ISSN 1470-3947 (print) | ISSN 1479-6848 (online)

Endocrine Abstracts (2008) 16 P50

Metabolic and cardiovascular profile in adult patients with addison's disease under conventional glucocorticoid replacement therapy

Roberta Giordano1, Alberto Falorni2, Marcella Balbo3, Stefania Marzotti2, Serena Romagnoli2, Elisa Marinazzo3, Ezio Ghigo3 & Emanuela Arvat1


1Department of Clinical and Biological Sciences, San Luigi Hospital, University of Turin, Orbassano, Italy; 2Department of Internal Medicine, University of Perugia, Perugia, Italy; 3Division of Endocrinology and Metabolism, Department of Internal Medicine, University of Turin, Turin, Italy.


Object: In Addison’s disease hydrocortisone or cortisone have so far been used at doses of 30–37.5 mg/day, respectively, though several studies showed that cortisol normal production is about 5.7 mg/m2 (20–25 mg/day of hydrocortisone or cortisone, respectively). Differently from secondary hypoadrenalism, scanty data exist in patients with Addison’s disease on role of conventional glucocorticoid replacement and metabolic and cardiovascular outcome. A recent observational study has reported increase mortality rate in Addison’s disease patients conventionally treated.

Design: In 37 Addison’s disease patients (11 M and 26 F; 20–71 years) under conventional glucocorticoid replacement therapy (37.5 mg cortisone/day), BMI, fasting glucose and insulin, OGTT, cholesterol and triglycerides (TG), 24 h blood pressure and intima-media thickness (IMT) by eco-doppler ultrasonography were measured and correlated with sex, age, disease’s duration, ACTH, PRA and DHEAS.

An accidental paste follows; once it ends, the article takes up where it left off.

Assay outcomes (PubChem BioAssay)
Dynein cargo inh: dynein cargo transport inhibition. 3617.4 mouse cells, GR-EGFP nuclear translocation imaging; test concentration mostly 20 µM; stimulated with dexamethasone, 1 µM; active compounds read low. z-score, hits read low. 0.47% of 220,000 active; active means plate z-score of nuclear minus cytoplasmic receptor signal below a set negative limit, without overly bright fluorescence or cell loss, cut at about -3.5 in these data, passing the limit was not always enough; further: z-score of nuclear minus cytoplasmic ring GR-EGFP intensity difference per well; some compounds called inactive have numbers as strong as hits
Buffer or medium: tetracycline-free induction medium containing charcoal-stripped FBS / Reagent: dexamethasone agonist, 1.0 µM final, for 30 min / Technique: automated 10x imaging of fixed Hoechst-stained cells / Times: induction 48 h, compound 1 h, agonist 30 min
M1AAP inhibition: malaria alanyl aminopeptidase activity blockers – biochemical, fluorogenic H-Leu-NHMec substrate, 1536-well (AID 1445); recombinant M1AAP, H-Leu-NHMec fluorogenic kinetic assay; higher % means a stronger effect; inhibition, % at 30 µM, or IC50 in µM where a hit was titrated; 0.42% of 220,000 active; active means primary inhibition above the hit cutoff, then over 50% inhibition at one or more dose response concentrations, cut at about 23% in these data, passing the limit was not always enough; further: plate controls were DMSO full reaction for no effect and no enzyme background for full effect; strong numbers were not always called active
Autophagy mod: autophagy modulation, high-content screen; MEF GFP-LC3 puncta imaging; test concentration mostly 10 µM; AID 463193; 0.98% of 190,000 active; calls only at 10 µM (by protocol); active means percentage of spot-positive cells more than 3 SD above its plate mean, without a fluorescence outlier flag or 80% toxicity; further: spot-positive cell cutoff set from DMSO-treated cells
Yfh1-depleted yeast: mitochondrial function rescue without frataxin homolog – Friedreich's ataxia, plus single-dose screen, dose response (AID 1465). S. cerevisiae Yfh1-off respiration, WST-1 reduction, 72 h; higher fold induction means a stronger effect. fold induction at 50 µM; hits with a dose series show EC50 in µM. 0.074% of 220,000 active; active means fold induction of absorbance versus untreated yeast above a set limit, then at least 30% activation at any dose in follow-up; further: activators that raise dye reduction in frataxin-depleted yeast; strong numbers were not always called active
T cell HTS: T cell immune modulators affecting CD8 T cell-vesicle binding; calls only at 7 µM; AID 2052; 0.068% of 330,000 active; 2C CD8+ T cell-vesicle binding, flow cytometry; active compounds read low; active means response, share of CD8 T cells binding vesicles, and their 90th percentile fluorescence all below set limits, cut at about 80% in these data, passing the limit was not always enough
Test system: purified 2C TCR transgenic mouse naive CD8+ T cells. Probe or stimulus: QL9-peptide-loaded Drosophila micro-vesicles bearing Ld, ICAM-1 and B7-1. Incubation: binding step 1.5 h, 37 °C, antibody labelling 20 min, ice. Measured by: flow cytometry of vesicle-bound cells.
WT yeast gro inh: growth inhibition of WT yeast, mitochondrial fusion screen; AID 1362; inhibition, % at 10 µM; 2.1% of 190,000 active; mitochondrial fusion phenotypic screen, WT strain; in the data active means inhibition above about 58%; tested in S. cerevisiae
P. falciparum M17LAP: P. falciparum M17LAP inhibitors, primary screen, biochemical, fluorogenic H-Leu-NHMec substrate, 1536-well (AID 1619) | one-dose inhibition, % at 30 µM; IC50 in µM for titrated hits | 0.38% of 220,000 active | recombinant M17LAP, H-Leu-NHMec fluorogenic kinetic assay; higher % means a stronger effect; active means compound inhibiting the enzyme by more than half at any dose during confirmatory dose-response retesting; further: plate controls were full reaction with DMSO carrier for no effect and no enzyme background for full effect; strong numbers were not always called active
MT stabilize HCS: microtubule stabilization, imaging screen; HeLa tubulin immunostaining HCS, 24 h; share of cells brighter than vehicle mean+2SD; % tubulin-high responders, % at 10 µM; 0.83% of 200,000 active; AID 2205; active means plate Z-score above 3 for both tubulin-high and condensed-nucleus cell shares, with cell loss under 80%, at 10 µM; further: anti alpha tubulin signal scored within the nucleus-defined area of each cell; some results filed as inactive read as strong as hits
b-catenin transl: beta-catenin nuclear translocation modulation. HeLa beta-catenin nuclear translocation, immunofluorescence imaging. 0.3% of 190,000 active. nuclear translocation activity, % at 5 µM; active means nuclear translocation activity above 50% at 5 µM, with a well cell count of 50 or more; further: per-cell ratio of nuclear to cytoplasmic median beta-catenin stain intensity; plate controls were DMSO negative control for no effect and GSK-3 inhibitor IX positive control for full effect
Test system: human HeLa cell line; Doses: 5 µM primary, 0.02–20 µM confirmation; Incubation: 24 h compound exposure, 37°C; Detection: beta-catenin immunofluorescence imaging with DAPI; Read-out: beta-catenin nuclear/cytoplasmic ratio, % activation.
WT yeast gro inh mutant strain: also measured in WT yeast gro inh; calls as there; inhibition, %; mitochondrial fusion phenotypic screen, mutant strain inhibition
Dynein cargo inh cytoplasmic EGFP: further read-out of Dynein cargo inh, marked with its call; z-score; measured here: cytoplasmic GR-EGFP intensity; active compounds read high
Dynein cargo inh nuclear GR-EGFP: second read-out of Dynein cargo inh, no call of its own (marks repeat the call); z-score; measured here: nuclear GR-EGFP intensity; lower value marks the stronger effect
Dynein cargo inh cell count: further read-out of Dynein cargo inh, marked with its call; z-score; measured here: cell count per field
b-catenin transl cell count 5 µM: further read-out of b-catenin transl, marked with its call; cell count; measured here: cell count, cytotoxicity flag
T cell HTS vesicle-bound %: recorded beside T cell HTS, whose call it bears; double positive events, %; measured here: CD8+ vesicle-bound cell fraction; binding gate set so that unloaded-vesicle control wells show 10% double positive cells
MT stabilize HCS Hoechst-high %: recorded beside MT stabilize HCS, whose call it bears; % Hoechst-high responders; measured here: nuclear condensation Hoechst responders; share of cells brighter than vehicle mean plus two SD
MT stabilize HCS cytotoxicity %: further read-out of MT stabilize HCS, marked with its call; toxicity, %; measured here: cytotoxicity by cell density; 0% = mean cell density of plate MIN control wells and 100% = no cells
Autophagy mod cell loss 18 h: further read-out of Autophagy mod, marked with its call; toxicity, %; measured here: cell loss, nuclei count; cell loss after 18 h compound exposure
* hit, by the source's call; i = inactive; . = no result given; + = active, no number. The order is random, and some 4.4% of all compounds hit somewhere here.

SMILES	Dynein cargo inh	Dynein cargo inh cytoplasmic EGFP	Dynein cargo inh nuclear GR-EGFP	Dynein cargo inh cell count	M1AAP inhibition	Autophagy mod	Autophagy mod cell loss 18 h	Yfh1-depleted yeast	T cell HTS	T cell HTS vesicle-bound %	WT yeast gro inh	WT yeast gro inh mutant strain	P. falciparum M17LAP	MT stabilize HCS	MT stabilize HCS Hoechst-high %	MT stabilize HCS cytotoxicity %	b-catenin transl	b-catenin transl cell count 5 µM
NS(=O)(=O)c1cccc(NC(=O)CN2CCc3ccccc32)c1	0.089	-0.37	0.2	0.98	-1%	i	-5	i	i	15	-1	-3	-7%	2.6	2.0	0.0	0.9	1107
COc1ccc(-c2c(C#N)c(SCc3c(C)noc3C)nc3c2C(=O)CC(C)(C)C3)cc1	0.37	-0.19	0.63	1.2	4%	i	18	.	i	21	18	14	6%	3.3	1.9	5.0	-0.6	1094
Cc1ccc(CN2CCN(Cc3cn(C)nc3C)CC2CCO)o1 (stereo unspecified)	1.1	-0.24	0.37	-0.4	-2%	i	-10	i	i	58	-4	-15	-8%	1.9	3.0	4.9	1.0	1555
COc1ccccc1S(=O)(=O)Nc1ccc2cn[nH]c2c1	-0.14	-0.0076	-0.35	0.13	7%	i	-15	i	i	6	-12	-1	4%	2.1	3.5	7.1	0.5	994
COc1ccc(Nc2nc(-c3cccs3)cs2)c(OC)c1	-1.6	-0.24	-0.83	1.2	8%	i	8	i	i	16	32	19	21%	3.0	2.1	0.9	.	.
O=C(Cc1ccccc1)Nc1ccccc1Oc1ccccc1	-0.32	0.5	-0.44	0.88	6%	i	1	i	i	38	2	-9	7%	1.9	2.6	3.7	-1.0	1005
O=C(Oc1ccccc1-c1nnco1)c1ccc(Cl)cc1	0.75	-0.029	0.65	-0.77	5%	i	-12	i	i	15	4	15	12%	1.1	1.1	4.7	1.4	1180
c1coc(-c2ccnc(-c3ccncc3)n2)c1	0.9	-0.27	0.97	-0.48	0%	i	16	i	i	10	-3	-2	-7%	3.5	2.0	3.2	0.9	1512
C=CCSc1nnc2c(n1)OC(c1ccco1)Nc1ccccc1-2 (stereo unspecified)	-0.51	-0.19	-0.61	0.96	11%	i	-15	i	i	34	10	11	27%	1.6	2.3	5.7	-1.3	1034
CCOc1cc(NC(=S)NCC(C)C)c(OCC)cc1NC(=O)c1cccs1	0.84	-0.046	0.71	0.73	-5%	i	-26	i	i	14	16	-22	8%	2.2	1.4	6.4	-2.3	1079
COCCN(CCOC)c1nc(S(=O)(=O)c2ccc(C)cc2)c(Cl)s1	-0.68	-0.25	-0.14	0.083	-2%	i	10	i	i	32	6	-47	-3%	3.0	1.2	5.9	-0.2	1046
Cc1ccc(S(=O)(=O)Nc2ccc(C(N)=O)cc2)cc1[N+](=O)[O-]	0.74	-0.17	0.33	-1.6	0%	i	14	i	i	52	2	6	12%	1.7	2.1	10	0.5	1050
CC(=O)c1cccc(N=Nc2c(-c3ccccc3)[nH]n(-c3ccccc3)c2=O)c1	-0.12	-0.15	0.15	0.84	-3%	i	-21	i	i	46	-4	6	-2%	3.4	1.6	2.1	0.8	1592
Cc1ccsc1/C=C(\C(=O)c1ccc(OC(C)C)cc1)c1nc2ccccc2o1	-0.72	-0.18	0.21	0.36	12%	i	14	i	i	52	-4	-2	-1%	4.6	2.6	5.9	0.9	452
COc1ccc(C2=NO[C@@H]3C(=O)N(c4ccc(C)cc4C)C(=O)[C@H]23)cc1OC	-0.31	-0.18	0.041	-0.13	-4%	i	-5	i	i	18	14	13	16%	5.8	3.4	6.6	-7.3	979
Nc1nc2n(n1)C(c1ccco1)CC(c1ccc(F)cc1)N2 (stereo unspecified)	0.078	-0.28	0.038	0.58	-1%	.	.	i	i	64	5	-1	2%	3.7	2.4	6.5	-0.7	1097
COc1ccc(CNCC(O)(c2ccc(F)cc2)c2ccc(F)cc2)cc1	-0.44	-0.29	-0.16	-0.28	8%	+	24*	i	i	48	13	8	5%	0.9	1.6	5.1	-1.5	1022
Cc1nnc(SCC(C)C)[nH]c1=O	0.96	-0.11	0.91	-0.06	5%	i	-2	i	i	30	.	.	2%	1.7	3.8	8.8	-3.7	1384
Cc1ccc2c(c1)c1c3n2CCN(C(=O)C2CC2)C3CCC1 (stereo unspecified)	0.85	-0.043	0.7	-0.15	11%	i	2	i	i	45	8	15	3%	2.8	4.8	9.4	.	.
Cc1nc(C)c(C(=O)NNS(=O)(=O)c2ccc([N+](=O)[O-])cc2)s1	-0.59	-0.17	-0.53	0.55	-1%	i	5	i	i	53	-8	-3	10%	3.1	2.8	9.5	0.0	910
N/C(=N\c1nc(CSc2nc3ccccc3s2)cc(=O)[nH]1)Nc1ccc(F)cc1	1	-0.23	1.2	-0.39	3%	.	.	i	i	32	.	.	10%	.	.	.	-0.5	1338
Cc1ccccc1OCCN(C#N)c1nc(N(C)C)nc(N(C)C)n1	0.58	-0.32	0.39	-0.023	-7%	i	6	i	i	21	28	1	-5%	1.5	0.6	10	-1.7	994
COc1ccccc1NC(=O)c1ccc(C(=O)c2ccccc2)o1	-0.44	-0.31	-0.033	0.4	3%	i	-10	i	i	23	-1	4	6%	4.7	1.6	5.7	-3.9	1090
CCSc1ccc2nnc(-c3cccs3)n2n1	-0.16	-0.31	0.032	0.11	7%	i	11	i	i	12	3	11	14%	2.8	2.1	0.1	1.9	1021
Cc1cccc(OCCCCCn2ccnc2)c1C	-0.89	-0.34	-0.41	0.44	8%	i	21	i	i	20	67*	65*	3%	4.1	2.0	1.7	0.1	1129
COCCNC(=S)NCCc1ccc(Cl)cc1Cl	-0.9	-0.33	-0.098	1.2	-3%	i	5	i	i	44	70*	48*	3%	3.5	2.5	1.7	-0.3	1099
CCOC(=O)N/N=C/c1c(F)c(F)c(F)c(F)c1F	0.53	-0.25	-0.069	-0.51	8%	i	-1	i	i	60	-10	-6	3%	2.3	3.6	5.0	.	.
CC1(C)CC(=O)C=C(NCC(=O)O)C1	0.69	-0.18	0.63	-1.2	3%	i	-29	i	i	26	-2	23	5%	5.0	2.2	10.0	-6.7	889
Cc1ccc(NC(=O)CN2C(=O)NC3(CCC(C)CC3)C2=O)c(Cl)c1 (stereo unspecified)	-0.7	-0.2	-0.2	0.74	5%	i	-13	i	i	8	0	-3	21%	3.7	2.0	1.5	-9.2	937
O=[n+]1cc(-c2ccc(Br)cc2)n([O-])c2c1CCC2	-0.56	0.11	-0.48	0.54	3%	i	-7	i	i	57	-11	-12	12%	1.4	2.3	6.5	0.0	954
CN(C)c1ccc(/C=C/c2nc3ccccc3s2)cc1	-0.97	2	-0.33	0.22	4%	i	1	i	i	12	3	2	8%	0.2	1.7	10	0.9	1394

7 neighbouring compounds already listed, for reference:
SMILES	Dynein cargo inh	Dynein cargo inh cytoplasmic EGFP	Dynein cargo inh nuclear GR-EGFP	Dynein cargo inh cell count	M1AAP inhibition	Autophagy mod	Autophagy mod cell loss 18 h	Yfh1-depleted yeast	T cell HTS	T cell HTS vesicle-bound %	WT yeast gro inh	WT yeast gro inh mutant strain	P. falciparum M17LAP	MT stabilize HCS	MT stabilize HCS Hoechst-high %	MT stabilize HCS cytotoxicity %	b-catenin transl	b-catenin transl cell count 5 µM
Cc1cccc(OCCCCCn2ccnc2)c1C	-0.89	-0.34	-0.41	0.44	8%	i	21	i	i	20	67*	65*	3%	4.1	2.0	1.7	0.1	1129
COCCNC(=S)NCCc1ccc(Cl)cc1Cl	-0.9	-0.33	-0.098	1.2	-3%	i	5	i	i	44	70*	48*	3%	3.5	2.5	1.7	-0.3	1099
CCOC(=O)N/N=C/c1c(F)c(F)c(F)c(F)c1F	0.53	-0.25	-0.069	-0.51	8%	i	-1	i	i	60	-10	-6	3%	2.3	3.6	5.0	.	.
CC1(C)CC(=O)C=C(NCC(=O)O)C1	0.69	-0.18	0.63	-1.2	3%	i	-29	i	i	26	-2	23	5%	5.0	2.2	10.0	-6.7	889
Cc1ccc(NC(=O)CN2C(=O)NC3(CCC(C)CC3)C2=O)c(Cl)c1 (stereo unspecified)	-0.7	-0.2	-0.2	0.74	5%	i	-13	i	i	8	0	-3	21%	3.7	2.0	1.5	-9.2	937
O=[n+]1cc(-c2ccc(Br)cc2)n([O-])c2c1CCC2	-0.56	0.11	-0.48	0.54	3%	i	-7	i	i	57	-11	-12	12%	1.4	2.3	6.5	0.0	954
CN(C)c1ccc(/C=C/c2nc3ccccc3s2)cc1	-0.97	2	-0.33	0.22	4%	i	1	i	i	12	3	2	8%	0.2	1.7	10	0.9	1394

Results: Mean BMI was in the upper normal range, though higher than 25.0 kg/m2 in 16 patients. Mean fasting glucose, insulin, HOMA and glucose after OGTT were in the normal range. HOMA was higher than normal in 4 overweight patients and in 2 of them OGTT was diagnostic for IGT. According to ATP III classification, mean total cholesterol was in the desiderable range, none of the patients had HDL lower than 40 mg/dl, whereas LDL was higher than 160 mg/dl in 4 overweight patients; only the 2 IGT patients showed increased TG levels. In all patients 24 h blood pressure showed a normal profile with a preserved circadian variation and IMT was below 0.9 mm. No correlation was found between the above mentioned parameters. None of the patients showed a global CV risk above 5% at 10 years (according to ATP III).

Conclusion: This study suggests that, in Addison’s disease, neither conventional glucocorticoid replacement therapy nor the reduced DHEAS secretion are associated with metabolic impairment and/or increased cardiovascular risk.

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